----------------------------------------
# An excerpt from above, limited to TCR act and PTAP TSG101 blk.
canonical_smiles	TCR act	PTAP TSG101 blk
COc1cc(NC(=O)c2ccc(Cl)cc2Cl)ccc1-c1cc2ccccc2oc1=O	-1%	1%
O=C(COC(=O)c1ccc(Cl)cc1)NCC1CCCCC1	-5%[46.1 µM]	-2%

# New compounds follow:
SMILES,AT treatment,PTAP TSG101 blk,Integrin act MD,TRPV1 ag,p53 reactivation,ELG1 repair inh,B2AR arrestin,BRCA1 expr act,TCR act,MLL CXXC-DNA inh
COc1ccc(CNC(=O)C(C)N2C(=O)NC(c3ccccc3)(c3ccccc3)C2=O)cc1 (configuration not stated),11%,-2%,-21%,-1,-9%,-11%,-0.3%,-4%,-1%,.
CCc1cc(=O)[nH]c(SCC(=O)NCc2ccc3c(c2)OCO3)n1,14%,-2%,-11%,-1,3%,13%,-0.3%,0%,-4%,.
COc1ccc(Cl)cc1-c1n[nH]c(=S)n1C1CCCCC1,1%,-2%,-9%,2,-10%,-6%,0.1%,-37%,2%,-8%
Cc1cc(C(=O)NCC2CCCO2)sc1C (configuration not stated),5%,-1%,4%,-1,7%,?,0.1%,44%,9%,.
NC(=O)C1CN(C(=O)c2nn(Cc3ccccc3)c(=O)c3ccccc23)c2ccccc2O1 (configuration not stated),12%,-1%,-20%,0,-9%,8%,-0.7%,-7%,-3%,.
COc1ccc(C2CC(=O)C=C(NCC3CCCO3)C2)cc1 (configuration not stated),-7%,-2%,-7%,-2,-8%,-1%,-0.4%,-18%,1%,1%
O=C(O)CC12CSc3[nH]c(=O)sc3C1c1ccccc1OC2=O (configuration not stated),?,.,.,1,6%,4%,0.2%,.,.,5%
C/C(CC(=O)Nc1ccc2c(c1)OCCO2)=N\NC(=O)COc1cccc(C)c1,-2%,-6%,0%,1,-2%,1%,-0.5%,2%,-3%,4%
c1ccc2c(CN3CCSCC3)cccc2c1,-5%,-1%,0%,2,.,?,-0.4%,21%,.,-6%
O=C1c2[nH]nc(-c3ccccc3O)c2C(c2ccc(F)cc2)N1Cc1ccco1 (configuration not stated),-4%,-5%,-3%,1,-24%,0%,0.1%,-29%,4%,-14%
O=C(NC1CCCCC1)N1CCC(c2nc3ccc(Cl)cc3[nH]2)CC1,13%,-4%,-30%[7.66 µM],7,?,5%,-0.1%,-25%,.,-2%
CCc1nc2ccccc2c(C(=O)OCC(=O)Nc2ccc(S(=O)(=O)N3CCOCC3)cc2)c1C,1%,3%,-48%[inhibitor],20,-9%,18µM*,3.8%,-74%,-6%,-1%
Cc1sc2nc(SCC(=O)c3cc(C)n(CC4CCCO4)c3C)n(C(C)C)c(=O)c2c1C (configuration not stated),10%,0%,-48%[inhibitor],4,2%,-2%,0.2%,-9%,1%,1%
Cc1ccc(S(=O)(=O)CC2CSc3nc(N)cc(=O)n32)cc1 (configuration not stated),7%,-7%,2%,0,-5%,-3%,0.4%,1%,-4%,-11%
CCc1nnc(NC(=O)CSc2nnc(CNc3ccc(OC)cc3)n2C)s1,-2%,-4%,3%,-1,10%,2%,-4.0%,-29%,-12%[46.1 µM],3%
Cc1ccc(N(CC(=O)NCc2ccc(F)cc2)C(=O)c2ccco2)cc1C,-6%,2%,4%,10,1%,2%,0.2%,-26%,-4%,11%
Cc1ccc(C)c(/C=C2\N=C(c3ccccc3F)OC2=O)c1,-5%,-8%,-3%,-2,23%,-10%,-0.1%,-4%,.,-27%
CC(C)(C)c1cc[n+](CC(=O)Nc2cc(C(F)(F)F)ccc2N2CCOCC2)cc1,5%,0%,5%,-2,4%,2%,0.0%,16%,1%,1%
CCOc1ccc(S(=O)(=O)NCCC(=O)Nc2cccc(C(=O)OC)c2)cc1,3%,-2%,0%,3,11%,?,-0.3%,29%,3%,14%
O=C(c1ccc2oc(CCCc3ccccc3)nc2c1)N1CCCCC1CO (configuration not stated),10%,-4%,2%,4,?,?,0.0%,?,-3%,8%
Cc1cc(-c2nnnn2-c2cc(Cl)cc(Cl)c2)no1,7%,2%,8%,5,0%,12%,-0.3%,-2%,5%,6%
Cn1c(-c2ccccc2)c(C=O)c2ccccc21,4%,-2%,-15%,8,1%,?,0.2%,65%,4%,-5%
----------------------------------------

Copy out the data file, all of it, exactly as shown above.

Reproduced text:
# An excerpt from above, limited to TCR act and PTAP TSG101 blk.
canonical_smiles	TCR act	PTAP TSG101 blk
COc1cc(NC(=O)c2ccc(Cl)cc2Cl)ccc1-c1cc2ccccc2oc1=O	-1%	1%
O=C(COC(=O)c1ccc(Cl)cc1)NCC1CCCCC1	-5%[46.1 µM]	-2%

# New compounds follow:
SMILES,AT treatment,PTAP TSG101 blk,Integrin act MD,TRPV1 ag,p53 reactivation,ELG1 repair inh,B2AR arrestin,BRCA1 expr act,TCR act,MLL CXXC-DNA inh
COc1ccc(CNC(=O)C(C)N2C(=O)NC(c3ccccc3)(c3ccccc3)C2=O)cc1 (configuration not stated),11%,-2%,-21%,-1,-9%,-11%,-0.3%,-4%,-1%,.
CCc1cc(=O)[nH]c(SCC(=O)NCc2ccc3c(c2)OCO3)n1,14%,-2%,-11%,-1,3%,13%,-0.3%,0%,-4%,.
COc1ccc(Cl)cc1-c1n[nH]c(=S)n1C1CCCCC1,1%,-2%,-9%,2,-10%,-6%,0.1%,-37%,2%,-8%
Cc1cc(C(=O)NCC2CCCO2)sc1C (configuration not stated),5%,-1%,4%,-1,7%,?,0.1%,44%,9%,.
NC(=O)C1CN(C(=O)c2nn(Cc3ccccc3)c(=O)c3ccccc23)c2ccccc2O1 (configuration not stated),12%,-1%,-20%,0,-9%,8%,-0.7%,-7%,-3%,.
COc1ccc(C2CC(=O)C=C(NCC3CCCO3)C2)cc1 (configuration not stated),-7%,-2%,-7%,-2,-8%,-1%,-0.4%,-18%,1%,1%
O=C(O)CC12CSc3[nH]c(=O)sc3C1c1ccccc1OC2=O (configuration not stated),?,.,.,1,6%,4%,0.2%,.,.,5%
C/C(CC(=O)Nc1ccc2c(c1)OCCO2)=N\NC(=O)COc1cccc(C)c1,-2%,-6%,0%,1,-2%,1%,-0.5%,2%,-3%,4%
c1ccc2c(CN3CCSCC3)cccc2c1,-5%,-1%,0%,2,.,?,-0.4%,21%,.,-6%
O=C1c2[nH]nc(-c3ccccc3O)c2C(c2ccc(F)cc2)N1Cc1ccco1 (configuration not stated),-4%,-5%,-3%,1,-24%,0%,0.1%,-29%,4%,-14%
O=C(NC1CCCCC1)N1CCC(c2nc3ccc(Cl)cc3[nH]2)CC1,13%,-4%,-30%[7.66 µM],7,?,5%,-0.1%,-25%,.,-2%
CCc1nc2ccccc2c(C(=O)OCC(=O)Nc2ccc(S(=O)(=O)N3CCOCC3)cc2)c1C,1%,3%,-48%[inhibitor],20,-9%,18µM*,3.8%,-74%,-6%,-1%
Cc1sc2nc(SCC(=O)c3cc(C)n(CC4CCCO4)c3C)n(C(C)C)c(=O)c2c1C (configuration not stated),10%,0%,-48%[inhibitor],4,2%,-2%,0.2%,-9%,1%,1%
Cc1ccc(S(=O)(=O)CC2CSc3nc(N)cc(=O)n32)cc1 (configuration not stated),7%,-7%,2%,0,-5%,-3%,0.4%,1%,-4%,-11%
CCc1nnc(NC(=O)CSc2nnc(CNc3ccc(OC)cc3)n2C)s1,-2%,-4%,3%,-1,10%,2%,-4.0%,-29%,-12%[46.1 µM],3%
Cc1ccc(N(CC(=O)NCc2ccc(F)cc2)C(=O)c2ccco2)cc1C,-6%,2%,4%,10,1%,2%,0.2%,-26%,-4%,11%
Cc1ccc(C)c(/C=C2\N=C(c3ccccc3F)OC2=O)c1,-5%,-8%,-3%,-2,23%,-10%,-0.1%,-4%,.,-27%
CC(C)(C)c1cc[n+](CC(=O)Nc2cc(C(F)(F)F)ccc2N2CCOCC2)cc1,5%,0%,5%,-2,4%,2%,0.0%,16%,1%,1%
CCOc1ccc(S(=O)(=O)NCCC(=O)Nc2cccc(C(=O)OC)c2)cc1,3%,-2%,0%,3,11%,?,-0.3%,29%,3%,14%
O=C(c1ccc2oc(CCCc3ccccc3)nc2c1)N1CCCCC1CO (configuration not stated),10%,-4%,2%,4,?,?,0.0%,?,-3%,8%
Cc1cc(-c2nnnn2-c2cc(Cl)cc(Cl)c2)no1,7%,2%,8%,5,0%,12%,-0.3%,-2%,5%,6%
Cn1c(-c2ccccc2)c(C=O)c2ccccc21,4%,-2%,-15%,8,1%,?,0.2%,65%,4%,-5%